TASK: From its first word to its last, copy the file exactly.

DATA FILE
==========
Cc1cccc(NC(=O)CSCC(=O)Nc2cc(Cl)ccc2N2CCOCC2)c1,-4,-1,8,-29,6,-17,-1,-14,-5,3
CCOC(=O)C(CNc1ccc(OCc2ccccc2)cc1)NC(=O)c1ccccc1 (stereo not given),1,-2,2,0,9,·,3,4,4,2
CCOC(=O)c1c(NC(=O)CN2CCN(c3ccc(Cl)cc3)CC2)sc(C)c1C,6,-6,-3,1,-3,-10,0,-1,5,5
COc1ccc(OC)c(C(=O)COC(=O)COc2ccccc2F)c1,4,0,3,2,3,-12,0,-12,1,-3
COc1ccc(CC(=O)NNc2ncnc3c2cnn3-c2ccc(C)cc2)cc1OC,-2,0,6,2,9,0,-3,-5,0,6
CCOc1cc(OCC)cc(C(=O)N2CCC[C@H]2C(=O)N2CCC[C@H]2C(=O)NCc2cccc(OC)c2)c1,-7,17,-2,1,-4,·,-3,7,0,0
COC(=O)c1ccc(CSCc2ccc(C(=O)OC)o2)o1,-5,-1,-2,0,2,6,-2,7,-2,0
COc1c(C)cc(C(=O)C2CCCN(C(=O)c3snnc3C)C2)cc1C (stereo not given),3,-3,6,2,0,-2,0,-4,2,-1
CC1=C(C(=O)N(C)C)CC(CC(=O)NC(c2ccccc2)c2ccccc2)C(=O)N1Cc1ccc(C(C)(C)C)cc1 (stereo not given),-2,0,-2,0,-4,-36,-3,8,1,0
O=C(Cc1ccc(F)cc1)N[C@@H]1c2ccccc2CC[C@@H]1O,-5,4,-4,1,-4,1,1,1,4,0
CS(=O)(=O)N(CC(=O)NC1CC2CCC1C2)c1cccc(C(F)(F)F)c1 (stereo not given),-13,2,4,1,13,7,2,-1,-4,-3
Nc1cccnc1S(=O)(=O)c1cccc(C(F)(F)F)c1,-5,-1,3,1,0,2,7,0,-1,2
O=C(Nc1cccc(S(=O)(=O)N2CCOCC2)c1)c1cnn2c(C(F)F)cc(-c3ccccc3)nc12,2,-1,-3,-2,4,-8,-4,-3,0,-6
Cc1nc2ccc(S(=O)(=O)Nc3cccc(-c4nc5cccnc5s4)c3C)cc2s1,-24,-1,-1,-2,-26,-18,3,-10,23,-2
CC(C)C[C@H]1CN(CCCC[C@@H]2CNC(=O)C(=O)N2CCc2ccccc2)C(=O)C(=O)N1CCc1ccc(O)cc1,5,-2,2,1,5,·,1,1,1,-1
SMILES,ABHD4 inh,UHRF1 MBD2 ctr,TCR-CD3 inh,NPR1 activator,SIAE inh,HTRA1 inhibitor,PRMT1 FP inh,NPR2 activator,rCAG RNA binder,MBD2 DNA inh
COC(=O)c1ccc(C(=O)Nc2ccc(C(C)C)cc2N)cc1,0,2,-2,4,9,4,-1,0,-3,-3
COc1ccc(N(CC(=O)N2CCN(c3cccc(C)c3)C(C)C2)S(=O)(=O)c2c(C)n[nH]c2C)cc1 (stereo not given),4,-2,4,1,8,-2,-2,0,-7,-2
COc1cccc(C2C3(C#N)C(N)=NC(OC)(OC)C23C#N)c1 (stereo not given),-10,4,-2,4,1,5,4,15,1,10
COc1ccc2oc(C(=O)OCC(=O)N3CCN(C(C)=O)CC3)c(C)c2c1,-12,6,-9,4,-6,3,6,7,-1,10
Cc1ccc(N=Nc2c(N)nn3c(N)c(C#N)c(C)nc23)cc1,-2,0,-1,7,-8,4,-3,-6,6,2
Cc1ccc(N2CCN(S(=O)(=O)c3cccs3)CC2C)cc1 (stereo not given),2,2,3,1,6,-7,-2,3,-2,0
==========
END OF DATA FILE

Cc1cccc(NC(=O)CSCC(=O)Nc2cc(Cl)ccc2N2CCOCC2)c1,-4,-1,8,-29,6,-17,-1,-14,-5,3
CCOC(=O)C(CNc1ccc(OCc2ccccc2)cc1)NC(=O)c1ccccc1 (stereo not given),1,-2,2,0,9,·,3,4,4,2
CCOC(=O)c1c(NC(=O)CN2CCN(c3ccc(Cl)cc3)CC2)sc(C)c1C,6,-6,-3,1,-3,-10,0,-1,5,5
COc1ccc(OC)c(C(=O)COC(=O)COc2ccccc2F)c1,4,0,3,2,3,-12,0,-12,1,-3
COc1ccc(CC(=O)NNc2ncnc3c2cnn3-c2ccc(C)cc2)cc1OC,-2,0,6,2,9,0,-3,-5,0,6
CCOc1cc(OCC)cc(C(=O)N2CCC[C@H]2C(=O)N2CCC[C@H]2C(=O)NCc2cccc(OC)c2)c1,-7,17,-2,1,-4,·,-3,7,0,0
COC(=O)c1ccc(CSCc2ccc(C(=O)OC)o2)o1,-5,-1,-2,0,2,6,-2,7,-2,0
COc1c(C)cc(C(=O)C2CCCN(C(=O)c3snnc3C)C2)cc1C (stereo not given),3,-3,6,2,0,-2,0,-4,2,-1
CC1=C(C(=O)N(C)C)CC(CC(=O)NC(c2ccccc2)c2ccccc2)C(=O)N1Cc1ccc(C(C)(C)C)cc1 (stereo not given),-2,0,-2,0,-4,-36,-3,8,1,0
O=C(Cc1ccc(F)cc1)N[C@@H]1c2ccccc2CC[C@@H]1O,-5,4,-4,1,-4,1,1,1,4,0
CS(=O)(=O)N(CC(=O)NC1CC2CCC1C2)c1cccc(C(F)(F)F)c1 (stereo not given),-13,2,4,1,13,7,2,-1,-4,-3
Nc1cccnc1S(=O)(=O)c1cccc(C(F)(F)F)c1,-5,-1,3,1,0,2,7,0,-1,2
O=C(Nc1cccc(S(=O)(=O)N2CCOCC2)c1)c1cnn2c(C(F)F)cc(-c3ccccc3)nc12,2,-1,-3,-2,4,-8,-4,-3,0,-6
Cc1nc2ccc(S(=O)(=O)Nc3cccc(-c4nc5cccnc5s4)c3C)cc2s1,-24,-1,-1,-2,-26,-18,3,-10,23,-2
CC(C)C[C@H]1CN(CCCC[C@@H]2CNC(=O)C(=O)N2CCc2ccccc2)C(=O)C(=O)N1CCc1ccc(O)cc1,5,-2,2,1,5,·,1,1,1,-1
SMILES,ABHD4 inh,UHRF1 MBD2 ctr,TCR-CD3 inh,NPR1 activator,SIAE inh,HTRA1 inhibitor,PRMT1 FP inh,NPR2 activator,rCAG RNA binder,MBD2 DNA inh
COC(=O)c1ccc(C(=O)Nc2ccc(C(C)C)cc2N)cc1,0,2,-2,4,9,4,-1,0,-3,-3
COc1ccc(N(CC(=O)N2CCN(c3cccc(C)c3)C(C)C2)S(=O)(=O)c2c(C)n[nH]c2C)cc1 (stereo not given),4,-2,4,1,8,-2,-2,0,-7,-2
COc1cccc(C2C3(C#N)C(N)=NC(OC)(OC)C23C#N)c1 (stereo not given),-10,4,-2,4,1,5,4,15,1,10
COc1ccc2oc(C(=O)OCC(=O)N3CCN(C(C)=O)CC3)c(C)c2c1,-12,6,-9,4,-6,3,6,7,-1,10
Cc1ccc(N=Nc2c(N)nn3c(N)c(C#N)c(C)nc23)cc1,-2,0,-1,7,-8,4,-3,-6,6,2
Cc1ccc(N2CCN(S(=O)(=O)c3cccs3)CC2C)cc1 (stereo not given),2,2,3,1,6,-7,-2,3,-2,0